The Wretch of Today, may be Happy Tomorrow: poverty in England, c 1700-1840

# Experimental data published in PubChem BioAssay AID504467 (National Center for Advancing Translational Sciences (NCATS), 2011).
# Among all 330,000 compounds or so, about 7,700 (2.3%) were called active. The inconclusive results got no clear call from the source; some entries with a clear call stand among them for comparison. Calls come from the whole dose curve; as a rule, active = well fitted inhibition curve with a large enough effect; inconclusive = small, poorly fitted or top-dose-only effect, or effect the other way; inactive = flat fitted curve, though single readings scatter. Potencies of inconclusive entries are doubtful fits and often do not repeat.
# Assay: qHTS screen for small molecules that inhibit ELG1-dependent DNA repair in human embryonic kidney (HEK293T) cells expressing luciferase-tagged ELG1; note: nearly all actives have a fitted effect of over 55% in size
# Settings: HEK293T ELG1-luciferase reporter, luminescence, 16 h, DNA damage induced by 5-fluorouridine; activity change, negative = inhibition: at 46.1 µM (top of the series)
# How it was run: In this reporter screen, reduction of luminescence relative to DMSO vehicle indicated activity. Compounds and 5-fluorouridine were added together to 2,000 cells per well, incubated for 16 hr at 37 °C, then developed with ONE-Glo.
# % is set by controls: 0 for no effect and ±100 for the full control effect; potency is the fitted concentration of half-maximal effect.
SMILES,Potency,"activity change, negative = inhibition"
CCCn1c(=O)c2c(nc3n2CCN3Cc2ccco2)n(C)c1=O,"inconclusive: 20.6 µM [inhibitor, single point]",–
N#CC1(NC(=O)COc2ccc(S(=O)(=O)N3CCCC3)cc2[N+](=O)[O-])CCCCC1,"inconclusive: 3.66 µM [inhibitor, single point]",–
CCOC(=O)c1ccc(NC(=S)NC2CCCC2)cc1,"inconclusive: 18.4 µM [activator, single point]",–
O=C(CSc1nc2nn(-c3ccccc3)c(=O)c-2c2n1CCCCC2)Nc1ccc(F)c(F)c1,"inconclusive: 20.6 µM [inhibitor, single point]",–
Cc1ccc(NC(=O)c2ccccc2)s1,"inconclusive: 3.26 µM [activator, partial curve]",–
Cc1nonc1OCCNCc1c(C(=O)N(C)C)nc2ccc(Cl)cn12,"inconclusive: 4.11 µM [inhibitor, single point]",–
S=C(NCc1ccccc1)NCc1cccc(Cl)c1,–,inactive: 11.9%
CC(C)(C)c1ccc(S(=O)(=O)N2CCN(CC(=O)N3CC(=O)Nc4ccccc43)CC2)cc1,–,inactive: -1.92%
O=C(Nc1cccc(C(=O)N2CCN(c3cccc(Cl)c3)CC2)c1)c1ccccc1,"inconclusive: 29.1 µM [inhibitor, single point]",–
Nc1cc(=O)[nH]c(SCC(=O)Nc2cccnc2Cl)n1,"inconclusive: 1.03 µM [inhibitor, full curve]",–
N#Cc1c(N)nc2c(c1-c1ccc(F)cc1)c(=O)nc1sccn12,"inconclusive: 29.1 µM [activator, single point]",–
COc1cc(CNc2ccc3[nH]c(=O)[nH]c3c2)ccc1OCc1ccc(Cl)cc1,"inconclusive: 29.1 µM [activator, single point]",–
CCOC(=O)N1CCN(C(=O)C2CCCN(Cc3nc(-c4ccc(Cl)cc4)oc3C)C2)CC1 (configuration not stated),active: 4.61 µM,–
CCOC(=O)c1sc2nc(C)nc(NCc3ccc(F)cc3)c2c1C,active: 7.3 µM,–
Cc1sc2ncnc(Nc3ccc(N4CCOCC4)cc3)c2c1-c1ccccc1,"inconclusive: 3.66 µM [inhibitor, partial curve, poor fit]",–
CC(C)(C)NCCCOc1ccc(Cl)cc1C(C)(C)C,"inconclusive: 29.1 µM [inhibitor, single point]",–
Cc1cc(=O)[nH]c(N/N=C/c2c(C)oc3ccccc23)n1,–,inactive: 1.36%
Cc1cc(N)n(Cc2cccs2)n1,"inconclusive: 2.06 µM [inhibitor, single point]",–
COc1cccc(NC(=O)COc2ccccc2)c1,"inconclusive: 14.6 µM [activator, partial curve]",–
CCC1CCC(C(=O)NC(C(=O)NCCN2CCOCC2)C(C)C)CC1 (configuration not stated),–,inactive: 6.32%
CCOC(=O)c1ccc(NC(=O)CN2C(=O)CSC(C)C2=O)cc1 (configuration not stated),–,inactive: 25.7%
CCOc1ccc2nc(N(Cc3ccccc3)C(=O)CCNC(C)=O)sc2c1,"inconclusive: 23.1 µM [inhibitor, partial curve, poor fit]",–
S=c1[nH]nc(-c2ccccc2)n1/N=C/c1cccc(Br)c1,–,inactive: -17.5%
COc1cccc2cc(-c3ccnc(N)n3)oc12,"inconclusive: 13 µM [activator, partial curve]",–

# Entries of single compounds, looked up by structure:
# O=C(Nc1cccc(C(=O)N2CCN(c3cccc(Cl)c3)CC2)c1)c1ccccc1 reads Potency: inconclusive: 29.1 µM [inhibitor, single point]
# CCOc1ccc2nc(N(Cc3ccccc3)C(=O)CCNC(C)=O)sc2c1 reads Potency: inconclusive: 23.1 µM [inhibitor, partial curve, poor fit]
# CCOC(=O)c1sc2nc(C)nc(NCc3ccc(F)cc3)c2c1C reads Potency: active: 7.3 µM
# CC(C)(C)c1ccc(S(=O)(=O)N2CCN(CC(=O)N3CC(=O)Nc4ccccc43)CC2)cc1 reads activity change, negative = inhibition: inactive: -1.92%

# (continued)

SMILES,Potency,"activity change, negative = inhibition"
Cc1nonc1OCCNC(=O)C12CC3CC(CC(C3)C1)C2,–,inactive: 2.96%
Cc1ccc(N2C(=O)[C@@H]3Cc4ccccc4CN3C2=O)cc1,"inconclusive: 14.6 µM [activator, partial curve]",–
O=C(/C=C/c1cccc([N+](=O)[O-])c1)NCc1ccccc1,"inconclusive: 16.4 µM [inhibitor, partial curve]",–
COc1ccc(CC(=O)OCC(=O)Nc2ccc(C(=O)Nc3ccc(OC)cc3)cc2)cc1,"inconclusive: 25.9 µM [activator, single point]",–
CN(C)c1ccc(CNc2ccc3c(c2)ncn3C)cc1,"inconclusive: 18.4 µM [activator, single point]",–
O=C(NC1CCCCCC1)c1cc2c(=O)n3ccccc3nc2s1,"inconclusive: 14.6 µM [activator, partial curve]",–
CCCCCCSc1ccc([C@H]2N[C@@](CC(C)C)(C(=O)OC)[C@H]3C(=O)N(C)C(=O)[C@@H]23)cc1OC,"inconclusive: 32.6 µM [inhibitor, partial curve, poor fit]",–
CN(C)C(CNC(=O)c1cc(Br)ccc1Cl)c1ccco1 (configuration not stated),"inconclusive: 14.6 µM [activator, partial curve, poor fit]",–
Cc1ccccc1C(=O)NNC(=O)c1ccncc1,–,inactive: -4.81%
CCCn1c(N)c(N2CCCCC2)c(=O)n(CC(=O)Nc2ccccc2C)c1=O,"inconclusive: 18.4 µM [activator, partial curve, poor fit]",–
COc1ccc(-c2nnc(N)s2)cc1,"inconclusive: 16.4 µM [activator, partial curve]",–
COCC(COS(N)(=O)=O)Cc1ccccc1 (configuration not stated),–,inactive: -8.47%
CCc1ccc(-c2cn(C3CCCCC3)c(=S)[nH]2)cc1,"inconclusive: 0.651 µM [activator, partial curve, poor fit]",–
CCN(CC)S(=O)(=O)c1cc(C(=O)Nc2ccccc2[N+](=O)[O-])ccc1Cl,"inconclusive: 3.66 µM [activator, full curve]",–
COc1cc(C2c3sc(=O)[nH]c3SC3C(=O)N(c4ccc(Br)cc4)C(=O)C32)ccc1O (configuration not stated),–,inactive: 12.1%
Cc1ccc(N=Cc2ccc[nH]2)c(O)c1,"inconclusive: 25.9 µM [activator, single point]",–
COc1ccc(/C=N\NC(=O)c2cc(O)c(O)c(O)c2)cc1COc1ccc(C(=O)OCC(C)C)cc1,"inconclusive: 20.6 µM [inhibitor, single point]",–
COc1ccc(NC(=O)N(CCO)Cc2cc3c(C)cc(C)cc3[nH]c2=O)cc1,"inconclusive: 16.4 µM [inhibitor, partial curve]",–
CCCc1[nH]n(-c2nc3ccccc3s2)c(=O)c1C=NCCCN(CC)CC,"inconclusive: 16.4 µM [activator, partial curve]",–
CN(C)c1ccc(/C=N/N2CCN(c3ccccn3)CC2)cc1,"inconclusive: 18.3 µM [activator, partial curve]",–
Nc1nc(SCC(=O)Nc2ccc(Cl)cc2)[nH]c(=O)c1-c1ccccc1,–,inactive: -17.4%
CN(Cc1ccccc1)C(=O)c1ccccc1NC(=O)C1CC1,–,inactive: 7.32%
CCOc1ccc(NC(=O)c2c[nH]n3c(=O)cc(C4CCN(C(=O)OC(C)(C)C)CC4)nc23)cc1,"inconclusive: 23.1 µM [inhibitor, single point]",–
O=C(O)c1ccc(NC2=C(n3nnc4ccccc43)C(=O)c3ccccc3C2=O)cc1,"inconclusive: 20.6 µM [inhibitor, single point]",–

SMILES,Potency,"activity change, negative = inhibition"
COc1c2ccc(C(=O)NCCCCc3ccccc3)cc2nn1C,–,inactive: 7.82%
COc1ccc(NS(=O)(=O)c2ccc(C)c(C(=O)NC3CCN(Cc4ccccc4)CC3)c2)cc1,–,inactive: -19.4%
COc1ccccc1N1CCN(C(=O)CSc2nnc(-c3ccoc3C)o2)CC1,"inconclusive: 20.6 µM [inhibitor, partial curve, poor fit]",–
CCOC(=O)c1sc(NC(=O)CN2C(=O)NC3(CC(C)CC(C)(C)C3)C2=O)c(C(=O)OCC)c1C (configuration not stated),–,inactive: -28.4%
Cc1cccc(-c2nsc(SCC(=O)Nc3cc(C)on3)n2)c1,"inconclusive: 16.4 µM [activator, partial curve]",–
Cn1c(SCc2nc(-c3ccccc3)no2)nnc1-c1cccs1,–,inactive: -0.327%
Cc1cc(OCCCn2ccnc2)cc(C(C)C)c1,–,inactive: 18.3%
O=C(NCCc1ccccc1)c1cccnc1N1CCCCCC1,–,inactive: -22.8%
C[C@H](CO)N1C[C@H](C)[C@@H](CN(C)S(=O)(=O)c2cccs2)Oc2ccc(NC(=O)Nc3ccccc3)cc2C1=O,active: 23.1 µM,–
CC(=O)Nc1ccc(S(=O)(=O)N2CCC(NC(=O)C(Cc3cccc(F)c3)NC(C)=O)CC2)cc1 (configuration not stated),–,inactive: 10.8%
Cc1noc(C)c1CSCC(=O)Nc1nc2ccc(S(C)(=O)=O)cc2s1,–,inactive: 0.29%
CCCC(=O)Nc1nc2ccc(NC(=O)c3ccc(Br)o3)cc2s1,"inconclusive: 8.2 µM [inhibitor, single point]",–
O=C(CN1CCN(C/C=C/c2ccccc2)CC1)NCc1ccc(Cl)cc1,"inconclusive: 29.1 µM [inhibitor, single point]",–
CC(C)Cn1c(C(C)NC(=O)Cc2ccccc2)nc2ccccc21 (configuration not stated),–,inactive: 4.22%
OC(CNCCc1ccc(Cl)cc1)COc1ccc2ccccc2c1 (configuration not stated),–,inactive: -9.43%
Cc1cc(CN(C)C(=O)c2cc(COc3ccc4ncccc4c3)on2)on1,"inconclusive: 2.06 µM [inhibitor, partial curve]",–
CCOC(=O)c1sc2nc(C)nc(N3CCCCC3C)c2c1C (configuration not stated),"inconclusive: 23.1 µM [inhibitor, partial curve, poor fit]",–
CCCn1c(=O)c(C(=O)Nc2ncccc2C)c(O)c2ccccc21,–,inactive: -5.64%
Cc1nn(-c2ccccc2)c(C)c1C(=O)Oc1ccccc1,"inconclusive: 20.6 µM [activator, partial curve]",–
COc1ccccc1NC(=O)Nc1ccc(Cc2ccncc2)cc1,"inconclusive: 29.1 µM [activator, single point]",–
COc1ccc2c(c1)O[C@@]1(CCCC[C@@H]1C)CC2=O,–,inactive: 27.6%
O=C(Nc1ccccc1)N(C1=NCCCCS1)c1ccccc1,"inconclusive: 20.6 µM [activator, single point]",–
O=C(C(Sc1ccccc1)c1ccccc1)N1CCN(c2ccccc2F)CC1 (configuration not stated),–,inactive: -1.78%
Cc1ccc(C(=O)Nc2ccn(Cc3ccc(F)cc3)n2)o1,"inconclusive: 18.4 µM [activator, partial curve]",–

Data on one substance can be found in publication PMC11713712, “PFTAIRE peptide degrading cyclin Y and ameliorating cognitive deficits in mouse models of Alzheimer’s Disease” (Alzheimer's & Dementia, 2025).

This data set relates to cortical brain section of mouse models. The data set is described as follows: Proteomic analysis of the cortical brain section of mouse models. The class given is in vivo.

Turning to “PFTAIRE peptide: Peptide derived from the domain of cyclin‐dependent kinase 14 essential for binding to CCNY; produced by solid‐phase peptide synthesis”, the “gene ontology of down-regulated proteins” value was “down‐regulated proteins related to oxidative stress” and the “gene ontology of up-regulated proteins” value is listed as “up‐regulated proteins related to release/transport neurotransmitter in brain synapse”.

This chapter explores what we can know about the conceptualization and representation of by poorer Britons. It draws on ‘pauper letters’ to parish authorities, written tactically, and on autobiographies and letters composed by the relatively poor, noting echoes of the characterization of happiness by elite social commentators. It draws attention to a growing interest (linked to the development of the concept of nostalgia) in the emotional charge that could be derived from reflection on emotional experience as people contrasted past happiness with present misery, or vice versa. While reading such accounts may lead us to think that we are penetrating the interior lives of marginal people in the past, Lloyd suggests that our response is probably coloured by the fact that we are heirs to these ways of conceptualizing and representing experience. We need to work harder to glean insight from earlier ways of representing happiness and suffering.